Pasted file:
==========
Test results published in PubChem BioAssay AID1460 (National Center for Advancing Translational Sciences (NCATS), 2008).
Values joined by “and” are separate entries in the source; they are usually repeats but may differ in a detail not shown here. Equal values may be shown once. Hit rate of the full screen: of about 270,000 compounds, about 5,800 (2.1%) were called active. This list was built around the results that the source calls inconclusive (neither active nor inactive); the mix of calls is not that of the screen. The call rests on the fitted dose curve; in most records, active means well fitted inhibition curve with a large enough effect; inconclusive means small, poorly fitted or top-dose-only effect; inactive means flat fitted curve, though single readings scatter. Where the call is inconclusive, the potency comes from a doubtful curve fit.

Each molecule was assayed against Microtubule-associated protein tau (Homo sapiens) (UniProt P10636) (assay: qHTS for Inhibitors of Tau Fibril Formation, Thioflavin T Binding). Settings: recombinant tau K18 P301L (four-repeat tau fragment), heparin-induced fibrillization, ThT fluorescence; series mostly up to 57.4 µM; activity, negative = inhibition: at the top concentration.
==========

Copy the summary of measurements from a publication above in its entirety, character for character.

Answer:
Test results published in PubChem BioAssay AID1460 (National Center for Advancing Translational Sciences (NCATS), 2008).
Values joined by “and” are separate entries in the source; they are usually repeats but may differ in a detail not shown here. Equal values may be shown once. Hit rate of the full screen: of about 270,000 compounds, about 5,800 (2.1%) were called active. This list was built around the results that the source calls inconclusive (neither active nor inactive); the mix of calls is not that of the screen. The call rests on the fitted dose curve; in most records, active means well fitted inhibition curve with a large enough effect; inconclusive means small, poorly fitted or top-dose-only effect; inactive means flat fitted curve, though single readings scatter. Where the call is inconclusive, the potency comes from a doubtful curve fit.

Each molecule was assayed against Microtubule-associated protein tau (Homo sapiens) (UniProt P10636) (assay: qHTS for Inhibitors of Tau Fibril Formation, Thioflavin T Binding). Settings: recombinant tau K18 P301L (four-repeat tau fragment), heparin-induced fibrillization, ThT fluorescence; series mostly up to 57.4 µM; activity, negative = inhibition: at the top concentration.